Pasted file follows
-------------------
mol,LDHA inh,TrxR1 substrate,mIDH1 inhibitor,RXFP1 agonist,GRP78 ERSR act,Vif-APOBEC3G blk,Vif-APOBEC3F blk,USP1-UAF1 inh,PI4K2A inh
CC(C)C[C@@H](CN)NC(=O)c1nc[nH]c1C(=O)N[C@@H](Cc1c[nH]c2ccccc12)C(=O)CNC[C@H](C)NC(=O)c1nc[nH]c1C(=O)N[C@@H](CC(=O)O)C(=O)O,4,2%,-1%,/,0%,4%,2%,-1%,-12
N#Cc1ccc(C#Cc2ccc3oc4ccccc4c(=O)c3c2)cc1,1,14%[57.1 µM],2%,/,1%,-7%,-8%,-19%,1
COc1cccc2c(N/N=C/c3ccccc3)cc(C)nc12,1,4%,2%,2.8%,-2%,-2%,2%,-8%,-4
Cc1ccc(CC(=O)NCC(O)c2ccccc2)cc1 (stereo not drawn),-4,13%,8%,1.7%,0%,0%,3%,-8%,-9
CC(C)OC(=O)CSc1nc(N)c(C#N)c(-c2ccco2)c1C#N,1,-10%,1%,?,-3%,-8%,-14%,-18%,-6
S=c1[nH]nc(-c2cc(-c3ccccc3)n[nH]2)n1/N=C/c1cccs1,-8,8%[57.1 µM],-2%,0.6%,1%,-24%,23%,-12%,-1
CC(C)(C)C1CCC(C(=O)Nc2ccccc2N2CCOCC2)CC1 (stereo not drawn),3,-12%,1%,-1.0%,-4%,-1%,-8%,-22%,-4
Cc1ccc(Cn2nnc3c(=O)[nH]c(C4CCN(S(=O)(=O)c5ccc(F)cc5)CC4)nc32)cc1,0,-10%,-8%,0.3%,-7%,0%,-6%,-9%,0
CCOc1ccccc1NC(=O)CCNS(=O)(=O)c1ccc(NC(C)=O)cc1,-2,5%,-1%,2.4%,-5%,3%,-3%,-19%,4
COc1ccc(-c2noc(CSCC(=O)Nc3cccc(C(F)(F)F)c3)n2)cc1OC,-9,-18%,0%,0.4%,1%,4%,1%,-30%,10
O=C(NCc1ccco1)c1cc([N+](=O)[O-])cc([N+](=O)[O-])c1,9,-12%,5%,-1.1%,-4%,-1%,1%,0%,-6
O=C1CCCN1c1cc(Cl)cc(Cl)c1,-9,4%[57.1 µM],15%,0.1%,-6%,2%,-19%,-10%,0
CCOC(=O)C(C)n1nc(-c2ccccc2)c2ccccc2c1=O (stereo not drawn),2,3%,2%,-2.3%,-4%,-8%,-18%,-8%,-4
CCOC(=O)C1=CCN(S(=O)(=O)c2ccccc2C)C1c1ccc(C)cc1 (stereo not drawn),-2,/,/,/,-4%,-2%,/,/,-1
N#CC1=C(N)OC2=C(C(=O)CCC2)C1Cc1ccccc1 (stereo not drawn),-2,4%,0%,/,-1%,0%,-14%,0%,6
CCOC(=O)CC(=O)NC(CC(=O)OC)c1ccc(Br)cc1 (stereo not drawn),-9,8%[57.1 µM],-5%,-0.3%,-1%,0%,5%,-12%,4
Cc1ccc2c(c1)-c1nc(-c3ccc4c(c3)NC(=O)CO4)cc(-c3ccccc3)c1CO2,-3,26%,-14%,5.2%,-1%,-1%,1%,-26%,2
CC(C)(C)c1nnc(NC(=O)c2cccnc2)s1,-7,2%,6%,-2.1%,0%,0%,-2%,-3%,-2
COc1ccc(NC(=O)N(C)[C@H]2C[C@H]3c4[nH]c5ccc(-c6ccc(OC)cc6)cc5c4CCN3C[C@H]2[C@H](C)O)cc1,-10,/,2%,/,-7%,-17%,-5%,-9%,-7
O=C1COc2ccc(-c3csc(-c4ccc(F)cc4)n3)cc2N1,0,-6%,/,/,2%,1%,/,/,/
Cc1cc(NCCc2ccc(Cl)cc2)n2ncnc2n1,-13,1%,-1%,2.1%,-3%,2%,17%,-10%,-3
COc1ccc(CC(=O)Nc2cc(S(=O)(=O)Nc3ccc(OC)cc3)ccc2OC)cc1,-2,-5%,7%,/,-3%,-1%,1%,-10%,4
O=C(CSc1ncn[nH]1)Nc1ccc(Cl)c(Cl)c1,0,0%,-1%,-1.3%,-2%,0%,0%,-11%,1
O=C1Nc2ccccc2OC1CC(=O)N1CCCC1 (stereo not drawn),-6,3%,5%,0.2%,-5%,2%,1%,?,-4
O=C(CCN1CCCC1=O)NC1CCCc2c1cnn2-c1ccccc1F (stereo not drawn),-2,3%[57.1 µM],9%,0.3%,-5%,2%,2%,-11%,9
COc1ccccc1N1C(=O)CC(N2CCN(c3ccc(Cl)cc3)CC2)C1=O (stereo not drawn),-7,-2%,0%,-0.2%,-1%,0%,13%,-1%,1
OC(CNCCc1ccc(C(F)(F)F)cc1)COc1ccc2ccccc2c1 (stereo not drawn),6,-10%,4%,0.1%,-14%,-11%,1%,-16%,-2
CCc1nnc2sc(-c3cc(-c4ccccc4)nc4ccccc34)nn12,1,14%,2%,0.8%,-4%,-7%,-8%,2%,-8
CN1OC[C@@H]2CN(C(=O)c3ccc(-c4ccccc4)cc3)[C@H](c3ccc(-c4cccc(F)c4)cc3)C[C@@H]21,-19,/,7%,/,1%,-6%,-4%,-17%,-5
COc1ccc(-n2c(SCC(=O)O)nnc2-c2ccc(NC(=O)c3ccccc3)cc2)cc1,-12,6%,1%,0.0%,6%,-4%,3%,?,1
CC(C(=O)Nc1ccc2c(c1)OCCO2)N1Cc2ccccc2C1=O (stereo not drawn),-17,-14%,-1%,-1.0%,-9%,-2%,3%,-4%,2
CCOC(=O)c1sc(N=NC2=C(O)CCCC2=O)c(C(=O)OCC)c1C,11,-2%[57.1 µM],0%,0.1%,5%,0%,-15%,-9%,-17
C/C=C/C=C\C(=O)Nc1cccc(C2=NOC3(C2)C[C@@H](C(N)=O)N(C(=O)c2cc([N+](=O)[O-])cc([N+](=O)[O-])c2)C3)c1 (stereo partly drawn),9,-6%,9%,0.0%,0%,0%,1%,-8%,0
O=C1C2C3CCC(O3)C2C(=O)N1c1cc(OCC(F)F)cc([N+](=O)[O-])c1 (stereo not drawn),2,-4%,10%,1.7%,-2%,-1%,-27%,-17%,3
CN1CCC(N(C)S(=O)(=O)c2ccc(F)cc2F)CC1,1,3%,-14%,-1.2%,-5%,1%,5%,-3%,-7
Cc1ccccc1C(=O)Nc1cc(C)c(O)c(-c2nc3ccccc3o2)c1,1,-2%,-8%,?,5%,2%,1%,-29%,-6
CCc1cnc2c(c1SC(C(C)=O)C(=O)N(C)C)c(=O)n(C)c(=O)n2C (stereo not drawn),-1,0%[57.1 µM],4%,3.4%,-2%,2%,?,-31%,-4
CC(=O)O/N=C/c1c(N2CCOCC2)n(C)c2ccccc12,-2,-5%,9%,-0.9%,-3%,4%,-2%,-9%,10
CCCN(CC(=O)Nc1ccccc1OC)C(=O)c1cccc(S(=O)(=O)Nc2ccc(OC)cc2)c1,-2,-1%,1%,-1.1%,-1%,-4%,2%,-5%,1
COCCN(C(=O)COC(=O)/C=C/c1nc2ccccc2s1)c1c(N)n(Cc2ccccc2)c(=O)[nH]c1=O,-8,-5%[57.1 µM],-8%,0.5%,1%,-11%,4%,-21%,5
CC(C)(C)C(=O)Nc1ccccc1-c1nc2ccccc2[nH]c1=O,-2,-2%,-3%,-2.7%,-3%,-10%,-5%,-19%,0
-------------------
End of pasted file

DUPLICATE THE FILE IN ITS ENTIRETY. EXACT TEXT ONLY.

mol,LDHA inh,TrxR1 substrate,mIDH1 inhibitor,RXFP1 agonist,GRP78 ERSR act,Vif-APOBEC3G blk,Vif-APOBEC3F blk,USP1-UAF1 inh,PI4K2A inh
CC(C)C[C@@H](CN)NC(=O)c1nc[nH]c1C(=O)N[C@@H](Cc1c[nH]c2ccccc12)C(=O)CNC[C@H](C)NC(=O)c1nc[nH]c1C(=O)N[C@@H](CC(=O)O)C(=O)O,4,2%,-1%,/,0%,4%,2%,-1%,-12
N#Cc1ccc(C#Cc2ccc3oc4ccccc4c(=O)c3c2)cc1,1,14%[57.1 µM],2%,/,1%,-7%,-8%,-19%,1
COc1cccc2c(N/N=C/c3ccccc3)cc(C)nc12,1,4%,2%,2.8%,-2%,-2%,2%,-8%,-4
Cc1ccc(CC(=O)NCC(O)c2ccccc2)cc1 (stereo not drawn),-4,13%,8%,1.7%,0%,0%,3%,-8%,-9
CC(C)OC(=O)CSc1nc(N)c(C#N)c(-c2ccco2)c1C#N,1,-10%,1%,?,-3%,-8%,-14%,-18%,-6
S=c1[nH]nc(-c2cc(-c3ccccc3)n[nH]2)n1/N=C/c1cccs1,-8,8%[57.1 µM],-2%,0.6%,1%,-24%,23%,-12%,-1
CC(C)(C)C1CCC(C(=O)Nc2ccccc2N2CCOCC2)CC1 (stereo not drawn),3,-12%,1%,-1.0%,-4%,-1%,-8%,-22%,-4
Cc1ccc(Cn2nnc3c(=O)[nH]c(C4CCN(S(=O)(=O)c5ccc(F)cc5)CC4)nc32)cc1,0,-10%,-8%,0.3%,-7%,0%,-6%,-9%,0
CCOc1ccccc1NC(=O)CCNS(=O)(=O)c1ccc(NC(C)=O)cc1,-2,5%,-1%,2.4%,-5%,3%,-3%,-19%,4
COc1ccc(-c2noc(CSCC(=O)Nc3cccc(C(F)(F)F)c3)n2)cc1OC,-9,-18%,0%,0.4%,1%,4%,1%,-30%,10
O=C(NCc1ccco1)c1cc([N+](=O)[O-])cc([N+](=O)[O-])c1,9,-12%,5%,-1.1%,-4%,-1%,1%,0%,-6
O=C1CCCN1c1cc(Cl)cc(Cl)c1,-9,4%[57.1 µM],15%,0.1%,-6%,2%,-19%,-10%,0
CCOC(=O)C(C)n1nc(-c2ccccc2)c2ccccc2c1=O (stereo not drawn),2,3%,2%,-2.3%,-4%,-8%,-18%,-8%,-4
CCOC(=O)C1=CCN(S(=O)(=O)c2ccccc2C)C1c1ccc(C)cc1 (stereo not drawn),-2,/,/,/,-4%,-2%,/,/,-1
N#CC1=C(N)OC2=C(C(=O)CCC2)C1Cc1ccccc1 (stereo not drawn),-2,4%,0%,/,-1%,0%,-14%,0%,6
CCOC(=O)CC(=O)NC(CC(=O)OC)c1ccc(Br)cc1 (stereo not drawn),-9,8%[57.1 µM],-5%,-0.3%,-1%,0%,5%,-12%,4
Cc1ccc2c(c1)-c1nc(-c3ccc4c(c3)NC(=O)CO4)cc(-c3ccccc3)c1CO2,-3,26%,-14%,5.2%,-1%,-1%,1%,-26%,2
CC(C)(C)c1nnc(NC(=O)c2cccnc2)s1,-7,2%,6%,-2.1%,0%,0%,-2%,-3%,-2
COc1ccc(NC(=O)N(C)[C@H]2C[C@H]3c4[nH]c5ccc(-c6ccc(OC)cc6)cc5c4CCN3C[C@H]2[C@H](C)O)cc1,-10,/,2%,/,-7%,-17%,-5%,-9%,-7
O=C1COc2ccc(-c3csc(-c4ccc(F)cc4)n3)cc2N1,0,-6%,/,/,2%,1%,/,/,/
Cc1cc(NCCc2ccc(Cl)cc2)n2ncnc2n1,-13,1%,-1%,2.1%,-3%,2%,17%,-10%,-3
COc1ccc(CC(=O)Nc2cc(S(=O)(=O)Nc3ccc(OC)cc3)ccc2OC)cc1,-2,-5%,7%,/,-3%,-1%,1%,-10%,4
O=C(CSc1ncn[nH]1)Nc1ccc(Cl)c(Cl)c1,0,0%,-1%,-1.3%,-2%,0%,0%,-11%,1
O=C1Nc2ccccc2OC1CC(=O)N1CCCC1 (stereo not drawn),-6,3%,5%,0.2%,-5%,2%,1%,?,-4
O=C(CCN1CCCC1=O)NC1CCCc2c1cnn2-c1ccccc1F (stereo not drawn),-2,3%[57.1 µM],9%,0.3%,-5%,2%,2%,-11%,9
COc1ccccc1N1C(=O)CC(N2CCN(c3ccc(Cl)cc3)CC2)C1=O (stereo not drawn),-7,-2%,0%,-0.2%,-1%,0%,13%,-1%,1
OC(CNCCc1ccc(C(F)(F)F)cc1)COc1ccc2ccccc2c1 (stereo not drawn),6,-10%,4%,0.1%,-14%,-11%,1%,-16%,-2
CCc1nnc2sc(-c3cc(-c4ccccc4)nc4ccccc34)nn12,1,14%,2%,0.8%,-4%,-7%,-8%,2%,-8
CN1OC[C@@H]2CN(C(=O)c3ccc(-c4ccccc4)cc3)[C@H](c3ccc(-c4cccc(F)c4)cc3)C[C@@H]21,-19,/,7%,/,1%,-6%,-4%,-17%,-5
COc1ccc(-n2c(SCC(=O)O)nnc2-c2ccc(NC(=O)c3ccccc3)cc2)cc1,-12,6%,1%,0.0%,6%,-4%,3%,?,1
CC(C(=O)Nc1ccc2c(c1)OCCO2)N1Cc2ccccc2C1=O (stereo not drawn),-17,-14%,-1%,-1.0%,-9%,-2%,3%,-4%,2
CCOC(=O)c1sc(N=NC2=C(O)CCCC2=O)c(C(=O)OCC)c1C,11,-2%[57.1 µM],0%,0.1%,5%,0%,-15%,-9%,-17
C/C=C/C=C\C(=O)Nc1cccc(C2=NOC3(C2)C[C@@H](C(N)=O)N(C(=O)c2cc([N+](=O)[O-])cc([N+](=O)[O-])c2)C3)c1 (stereo partly drawn),9,-6%,9%,0.0%,0%,0%,1%,-8%,0
O=C1C2C3CCC(O3)C2C(=O)N1c1cc(OCC(F)F)cc([N+](=O)[O-])c1 (stereo not drawn),2,-4%,10%,1.7%,-2%,-1%,-27%,-17%,3
CN1CCC(N(C)S(=O)(=O)c2ccc(F)cc2F)CC1,1,3%,-14%,-1.2%,-5%,1%,5%,-3%,-7
Cc1ccccc1C(=O)Nc1cc(C)c(O)c(-c2nc3ccccc3o2)c1,1,-2%,-8%,?,5%,2%,1%,-29%,-6
CCc1cnc2c(c1SC(C(C)=O)C(=O)N(C)C)c(=O)n(C)c(=O)n2C (stereo not drawn),-1,0%[57.1 µM],4%,3.4%,-2%,2%,?,-31%,-4
CC(=O)O/N=C/c1c(N2CCOCC2)n(C)c2ccccc12,-2,-5%,9%,-0.9%,-3%,4%,-2%,-9%,10
CCCN(CC(=O)Nc1ccccc1OC)C(=O)c1cccc(S(=O)(=O)Nc2ccc(OC)cc2)c1,-2,-1%,1%,-1.1%,-1%,-4%,2%,-5%,1
COCCN(C(=O)COC(=O)/C=C/c1nc2ccccc2s1)c1c(N)n(Cc2ccccc2)c(=O)[nH]c1=O,-8,-5%[57.1 µM],-8%,0.5%,1%,-11%,4%,-21%,5
CC(C)(C)C(=O)Nc1ccccc1-c1nc2ccccc2[nH]c1=O,-2,-2%,-3%,-2.7%,-3%,-10%,-5%,-19%,0